When I say no excuses I mean for any and everything. There really are no excuses under the sun to give us a way out of anything. On a personal note I would like to share my experience with you.
At the tender young age of 18 I had my first child. I gained a total of 16 lbs. while pg. and took very good care of myself. My husband and I walked every night and I took all my vitamins. I also quit eating meat and sugar at that period in my life.
We had a beatiful healthy baby boy and life goes on. Every two or three year for the next 15 years I had a baby. Again, at the tender young age of 32 I had my sixth and during the pregnancy decided last baby.
48 hours after the birth of Hannah I had the artery going to my uterus bust, causing what my medical records labeled an "abdominal catastrophe". When it happened the doctors did not know why I was bleeding to death. I ended up with 23 units of blood and 3 gallons of saline solution being pumped into my body.
The last thing I remembered was being wheeled into the o.r. and waving at my husband as he held our baby in his arms waving at me. I was in excrutiationg pain and for the first time in my life really just wanted to die. At one point I grabbed the anestesiologist by the shirt and yelled at him to knock me out.
After four hours of surgery and millions of stitches to put Robbie back together again I was back in my room. The doctor said it was probably caused by an aneurism. I was the same age at that time my dad was when he died from an anneurism in his head. All the docs agreed about how lucky I was that it happened while I was in the hospital. I agree.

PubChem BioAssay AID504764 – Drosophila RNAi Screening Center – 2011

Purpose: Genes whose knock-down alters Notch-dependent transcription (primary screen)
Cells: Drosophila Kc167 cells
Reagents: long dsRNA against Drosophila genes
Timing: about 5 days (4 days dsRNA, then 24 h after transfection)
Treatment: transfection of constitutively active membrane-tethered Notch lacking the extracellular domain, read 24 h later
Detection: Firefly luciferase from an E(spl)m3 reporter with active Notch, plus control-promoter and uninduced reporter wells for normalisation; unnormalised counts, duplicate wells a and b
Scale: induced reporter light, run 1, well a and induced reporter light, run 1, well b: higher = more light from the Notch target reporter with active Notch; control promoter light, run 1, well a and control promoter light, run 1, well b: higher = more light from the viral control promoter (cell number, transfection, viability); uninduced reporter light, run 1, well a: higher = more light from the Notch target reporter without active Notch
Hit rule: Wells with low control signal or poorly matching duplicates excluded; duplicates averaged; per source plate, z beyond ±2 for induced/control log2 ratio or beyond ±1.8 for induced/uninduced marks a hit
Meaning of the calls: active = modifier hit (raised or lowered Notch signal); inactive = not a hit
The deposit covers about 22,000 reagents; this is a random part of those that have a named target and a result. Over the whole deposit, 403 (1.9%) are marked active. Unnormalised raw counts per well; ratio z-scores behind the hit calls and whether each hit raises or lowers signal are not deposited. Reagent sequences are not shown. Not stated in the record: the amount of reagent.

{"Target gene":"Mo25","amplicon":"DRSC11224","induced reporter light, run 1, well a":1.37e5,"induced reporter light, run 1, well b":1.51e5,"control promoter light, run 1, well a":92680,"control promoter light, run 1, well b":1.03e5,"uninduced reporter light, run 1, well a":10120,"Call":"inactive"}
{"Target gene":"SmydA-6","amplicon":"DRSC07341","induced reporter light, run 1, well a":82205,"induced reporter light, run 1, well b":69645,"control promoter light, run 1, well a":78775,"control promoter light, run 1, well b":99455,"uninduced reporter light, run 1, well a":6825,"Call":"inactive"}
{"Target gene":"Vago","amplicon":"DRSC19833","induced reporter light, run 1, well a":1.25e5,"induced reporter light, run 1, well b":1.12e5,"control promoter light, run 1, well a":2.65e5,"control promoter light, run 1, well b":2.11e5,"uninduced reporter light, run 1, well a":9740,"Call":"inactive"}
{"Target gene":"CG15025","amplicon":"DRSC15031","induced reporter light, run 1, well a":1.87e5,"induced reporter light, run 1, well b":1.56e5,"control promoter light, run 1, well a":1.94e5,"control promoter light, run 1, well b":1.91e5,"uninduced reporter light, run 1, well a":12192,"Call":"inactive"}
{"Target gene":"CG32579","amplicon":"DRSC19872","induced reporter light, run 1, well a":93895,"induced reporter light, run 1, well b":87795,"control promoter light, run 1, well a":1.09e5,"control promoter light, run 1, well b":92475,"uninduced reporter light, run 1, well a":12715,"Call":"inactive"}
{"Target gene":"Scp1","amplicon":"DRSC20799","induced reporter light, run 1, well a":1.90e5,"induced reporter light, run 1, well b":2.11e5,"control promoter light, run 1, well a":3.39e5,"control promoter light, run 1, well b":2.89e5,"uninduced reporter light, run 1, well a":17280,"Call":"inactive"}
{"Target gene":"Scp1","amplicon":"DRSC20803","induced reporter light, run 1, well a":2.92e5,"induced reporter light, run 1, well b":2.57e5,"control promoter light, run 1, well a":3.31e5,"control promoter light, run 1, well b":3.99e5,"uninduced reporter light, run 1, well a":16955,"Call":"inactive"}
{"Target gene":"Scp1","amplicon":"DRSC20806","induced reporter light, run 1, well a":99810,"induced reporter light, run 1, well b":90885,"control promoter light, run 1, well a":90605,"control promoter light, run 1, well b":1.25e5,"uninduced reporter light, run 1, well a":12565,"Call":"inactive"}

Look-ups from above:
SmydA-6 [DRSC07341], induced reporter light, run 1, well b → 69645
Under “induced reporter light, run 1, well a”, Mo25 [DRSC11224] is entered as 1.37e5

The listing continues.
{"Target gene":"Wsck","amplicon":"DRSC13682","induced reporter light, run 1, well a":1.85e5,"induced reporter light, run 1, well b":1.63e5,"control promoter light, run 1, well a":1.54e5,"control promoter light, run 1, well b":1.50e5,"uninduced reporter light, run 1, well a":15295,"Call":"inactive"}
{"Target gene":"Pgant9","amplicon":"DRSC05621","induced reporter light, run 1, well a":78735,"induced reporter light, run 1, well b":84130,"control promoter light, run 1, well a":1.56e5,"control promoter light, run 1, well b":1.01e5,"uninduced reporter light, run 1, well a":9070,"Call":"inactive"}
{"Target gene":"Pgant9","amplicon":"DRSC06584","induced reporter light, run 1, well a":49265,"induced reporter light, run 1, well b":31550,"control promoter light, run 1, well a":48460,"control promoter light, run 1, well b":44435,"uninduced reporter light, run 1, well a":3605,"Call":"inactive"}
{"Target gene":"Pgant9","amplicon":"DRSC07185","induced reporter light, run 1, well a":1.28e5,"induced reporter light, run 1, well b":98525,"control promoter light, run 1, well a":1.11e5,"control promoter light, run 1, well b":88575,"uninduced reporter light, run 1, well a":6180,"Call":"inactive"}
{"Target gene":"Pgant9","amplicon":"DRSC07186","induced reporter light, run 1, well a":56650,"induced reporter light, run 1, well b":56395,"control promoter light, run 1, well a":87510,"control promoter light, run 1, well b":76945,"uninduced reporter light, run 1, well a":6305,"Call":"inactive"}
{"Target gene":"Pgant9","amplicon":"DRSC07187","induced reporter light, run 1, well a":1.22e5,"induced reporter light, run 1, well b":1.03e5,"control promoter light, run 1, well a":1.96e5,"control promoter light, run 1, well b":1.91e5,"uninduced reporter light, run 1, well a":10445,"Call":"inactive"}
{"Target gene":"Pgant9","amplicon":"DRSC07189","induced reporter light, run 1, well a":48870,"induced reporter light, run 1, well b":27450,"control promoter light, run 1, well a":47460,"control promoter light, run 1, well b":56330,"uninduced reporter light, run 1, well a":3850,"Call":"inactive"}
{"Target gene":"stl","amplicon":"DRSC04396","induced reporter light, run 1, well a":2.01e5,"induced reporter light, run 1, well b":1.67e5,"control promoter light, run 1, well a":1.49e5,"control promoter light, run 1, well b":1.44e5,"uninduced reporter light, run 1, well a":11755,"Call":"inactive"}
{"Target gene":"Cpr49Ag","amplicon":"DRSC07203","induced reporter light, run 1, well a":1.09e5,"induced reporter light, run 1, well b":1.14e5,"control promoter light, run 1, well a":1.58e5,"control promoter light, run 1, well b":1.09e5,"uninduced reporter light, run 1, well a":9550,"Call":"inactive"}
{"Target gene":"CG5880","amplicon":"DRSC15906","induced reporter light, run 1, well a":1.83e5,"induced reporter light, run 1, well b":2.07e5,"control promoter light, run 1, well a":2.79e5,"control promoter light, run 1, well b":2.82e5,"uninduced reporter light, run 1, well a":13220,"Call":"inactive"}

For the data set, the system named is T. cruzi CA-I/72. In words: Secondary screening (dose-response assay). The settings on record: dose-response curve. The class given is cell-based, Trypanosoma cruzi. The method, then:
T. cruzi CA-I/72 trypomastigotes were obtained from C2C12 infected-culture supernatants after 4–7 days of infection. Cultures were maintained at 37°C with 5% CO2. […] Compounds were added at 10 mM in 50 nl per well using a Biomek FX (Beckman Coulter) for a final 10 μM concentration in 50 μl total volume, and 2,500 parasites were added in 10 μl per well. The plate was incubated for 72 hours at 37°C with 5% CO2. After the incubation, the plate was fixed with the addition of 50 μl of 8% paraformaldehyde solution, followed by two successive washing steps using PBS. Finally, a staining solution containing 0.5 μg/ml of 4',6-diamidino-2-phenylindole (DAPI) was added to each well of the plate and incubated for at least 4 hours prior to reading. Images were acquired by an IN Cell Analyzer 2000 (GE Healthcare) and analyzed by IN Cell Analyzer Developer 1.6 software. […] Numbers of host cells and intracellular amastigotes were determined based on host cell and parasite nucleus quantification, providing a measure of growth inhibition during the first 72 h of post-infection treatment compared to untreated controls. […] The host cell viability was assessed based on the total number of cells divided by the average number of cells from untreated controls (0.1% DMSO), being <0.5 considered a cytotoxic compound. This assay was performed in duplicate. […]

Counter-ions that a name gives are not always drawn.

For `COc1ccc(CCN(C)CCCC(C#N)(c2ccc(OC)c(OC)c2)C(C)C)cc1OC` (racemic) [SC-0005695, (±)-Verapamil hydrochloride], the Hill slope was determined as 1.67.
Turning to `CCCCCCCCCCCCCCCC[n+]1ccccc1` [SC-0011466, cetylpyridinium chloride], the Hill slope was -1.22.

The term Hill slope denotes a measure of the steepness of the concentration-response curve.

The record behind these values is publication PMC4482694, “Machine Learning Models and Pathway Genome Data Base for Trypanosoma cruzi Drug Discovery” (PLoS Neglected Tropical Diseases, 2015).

I spent the next two weeks in the hospital. I liked to tell people that I spent time in every ward of the hospital. I started in labor and delivery, had my baby in the nursery, moved into o.r. from there into the trauma unit, into intensive care and from there to recovery. It was not fun.
Once the anesthesia wore off and they took out the breathing tube so that I could talk, I told my doc that I wanted to nurse my baby. It took him a few minutes to figure out what I was talking about because it just did not register. He looked at the nurses and told them to take me off all the pain killers, dopephine, morphine, blah blah blah. I almost changed my mind at this point thinking that I was going to be hurting a lot more. But I did learn pain is pain.
Seven hours after getting off the meds they brought Hannah for me to nurse. Well now we had a real problem. I had a million stitches in my gut, plus 35 staples up my belly. How the heck were we going to do this? Oh yeah, and someone squished my hand during surgery and it had compartment symdrome and could not be used. This is how we did it. I hung Hannah over my shoulder opposite from the nursing side. Then my mom would help put the nipple in her mouth and away she would go. My nurse midwife came in during one of these shows and said she would like to get a pic for the next time someone told her they could not nurse their baby!
Two months after my surgery I was finished with physical therapy for my hand and could actually walk standing up straight. On a nice warm day in March I went for my first walk. All the way down the street and back! That was the begining for me of many triathlons, marathons and century rides. Does that make sense?
I learned in that one block what it meant to hurt, but to want something bad enough to work through the pain! I was done having kids and knew that I wanted my body back and I was willing to do whatever it took to get there. I have never done a run, or race or workout that has hurt as much as that one block walk, but it was sure worth it!